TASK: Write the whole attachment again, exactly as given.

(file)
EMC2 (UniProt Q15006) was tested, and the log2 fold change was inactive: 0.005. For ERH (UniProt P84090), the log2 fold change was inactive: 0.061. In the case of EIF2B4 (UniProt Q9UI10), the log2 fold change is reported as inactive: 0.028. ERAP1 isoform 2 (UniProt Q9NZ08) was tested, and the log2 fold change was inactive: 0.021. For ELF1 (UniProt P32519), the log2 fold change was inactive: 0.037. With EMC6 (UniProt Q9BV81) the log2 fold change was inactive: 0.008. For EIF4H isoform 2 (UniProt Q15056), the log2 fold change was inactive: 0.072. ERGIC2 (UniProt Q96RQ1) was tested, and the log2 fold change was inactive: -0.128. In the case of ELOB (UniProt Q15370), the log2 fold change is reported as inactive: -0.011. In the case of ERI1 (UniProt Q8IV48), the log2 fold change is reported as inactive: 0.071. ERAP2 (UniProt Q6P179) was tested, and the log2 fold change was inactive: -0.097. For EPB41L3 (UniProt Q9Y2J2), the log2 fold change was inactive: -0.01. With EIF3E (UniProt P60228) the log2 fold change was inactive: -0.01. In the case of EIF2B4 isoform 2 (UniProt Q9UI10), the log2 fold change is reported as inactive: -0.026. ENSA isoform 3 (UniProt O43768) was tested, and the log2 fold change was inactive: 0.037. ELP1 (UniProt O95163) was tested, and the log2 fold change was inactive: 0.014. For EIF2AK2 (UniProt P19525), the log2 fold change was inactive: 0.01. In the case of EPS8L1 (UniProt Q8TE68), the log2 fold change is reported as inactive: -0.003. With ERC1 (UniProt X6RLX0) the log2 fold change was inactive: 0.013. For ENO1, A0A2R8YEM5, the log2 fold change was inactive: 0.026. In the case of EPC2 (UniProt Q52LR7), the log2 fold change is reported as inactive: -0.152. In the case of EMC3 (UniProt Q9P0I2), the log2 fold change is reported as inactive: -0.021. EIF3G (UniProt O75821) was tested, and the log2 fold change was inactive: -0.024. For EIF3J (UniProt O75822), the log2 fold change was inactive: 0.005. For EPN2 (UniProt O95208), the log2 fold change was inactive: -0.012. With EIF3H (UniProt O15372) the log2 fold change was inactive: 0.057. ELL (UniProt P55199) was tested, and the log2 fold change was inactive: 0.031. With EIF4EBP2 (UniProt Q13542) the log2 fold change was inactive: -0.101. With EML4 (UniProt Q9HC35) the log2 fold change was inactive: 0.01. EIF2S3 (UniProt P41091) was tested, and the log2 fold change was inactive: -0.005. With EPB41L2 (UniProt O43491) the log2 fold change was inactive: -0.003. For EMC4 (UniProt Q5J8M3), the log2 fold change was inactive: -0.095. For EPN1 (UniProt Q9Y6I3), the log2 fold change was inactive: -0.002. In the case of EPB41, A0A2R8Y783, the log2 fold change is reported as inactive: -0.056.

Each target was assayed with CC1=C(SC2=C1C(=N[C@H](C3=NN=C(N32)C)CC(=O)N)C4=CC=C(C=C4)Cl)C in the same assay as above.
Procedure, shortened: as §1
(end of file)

EMC2 (UniProt Q15006) was tested, and the log2 fold change was inactive: 0.005. For ERH (UniProt P84090), the log2 fold change was inactive: 0.061. In the case of EIF2B4 (UniProt Q9UI10), the log2 fold change is reported as inactive: 0.028. ERAP1 isoform 2 (UniProt Q9NZ08) was tested, and the log2 fold change was inactive: 0.021. For ELF1 (UniProt P32519), the log2 fold change was inactive: 0.037. With EMC6 (UniProt Q9BV81) the log2 fold change was inactive: 0.008. For EIF4H isoform 2 (UniProt Q15056), the log2 fold change was inactive: 0.072. ERGIC2 (UniProt Q96RQ1) was tested, and the log2 fold change was inactive: -0.128. In the case of ELOB (UniProt Q15370), the log2 fold change is reported as inactive: -0.011. In the case of ERI1 (UniProt Q8IV48), the log2 fold change is reported as inactive: 0.071. ERAP2 (UniProt Q6P179) was tested, and the log2 fold change was inactive: -0.097. For EPB41L3 (UniProt Q9Y2J2), the log2 fold change was inactive: -0.01. With EIF3E (UniProt P60228) the log2 fold change was inactive: -0.01. In the case of EIF2B4 isoform 2 (UniProt Q9UI10), the log2 fold change is reported as inactive: -0.026. ENSA isoform 3 (UniProt O43768) was tested, and the log2 fold change was inactive: 0.037. ELP1 (UniProt O95163) was tested, and the log2 fold change was inactive: 0.014. For EIF2AK2 (UniProt P19525), the log2 fold change was inactive: 0.01. In the case of EPS8L1 (UniProt Q8TE68), the log2 fold change is reported as inactive: -0.003. With ERC1 (UniProt X6RLX0) the log2 fold change was inactive: 0.013. For ENO1, A0A2R8YEM5, the log2 fold change was inactive: 0.026. In the case of EPC2 (UniProt Q52LR7), the log2 fold change is reported as inactive: -0.152. In the case of EMC3 (UniProt Q9P0I2), the log2 fold change is reported as inactive: -0.021. EIF3G (UniProt O75821) was tested, and the log2 fold change was inactive: -0.024. For EIF3J (UniProt O75822), the log2 fold change was inactive: 0.005. For EPN2 (UniProt O95208), the log2 fold change was inactive: -0.012. With EIF3H (UniProt O15372) the log2 fold change was inactive: 0.057. ELL (UniProt P55199) was tested, and the log2 fold change was inactive: 0.031. With EIF4EBP2 (UniProt Q13542) the log2 fold change was inactive: -0.101. With EML4 (UniProt Q9HC35) the log2 fold change was inactive: 0.01. EIF2S3 (UniProt P41091) was tested, and the log2 fold change was inactive: -0.005. With EPB41L2 (UniProt O43491) the log2 fold change was inactive: -0.003. For EMC4 (UniProt Q5J8M3), the log2 fold change was inactive: -0.095. For EPN1 (UniProt Q9Y6I3), the log2 fold change was inactive: -0.002. In the case of EPB41, A0A2R8Y783, the log2 fold change is reported as inactive: -0.056.

Each target was assayed with CC1=C(SC2=C1C(=N[C@H](C3=NN=C(N32)C)CC(=O)N)C4=CC=C(C=C4)Cl)C in the same assay as above.
Procedure, shortened: as §1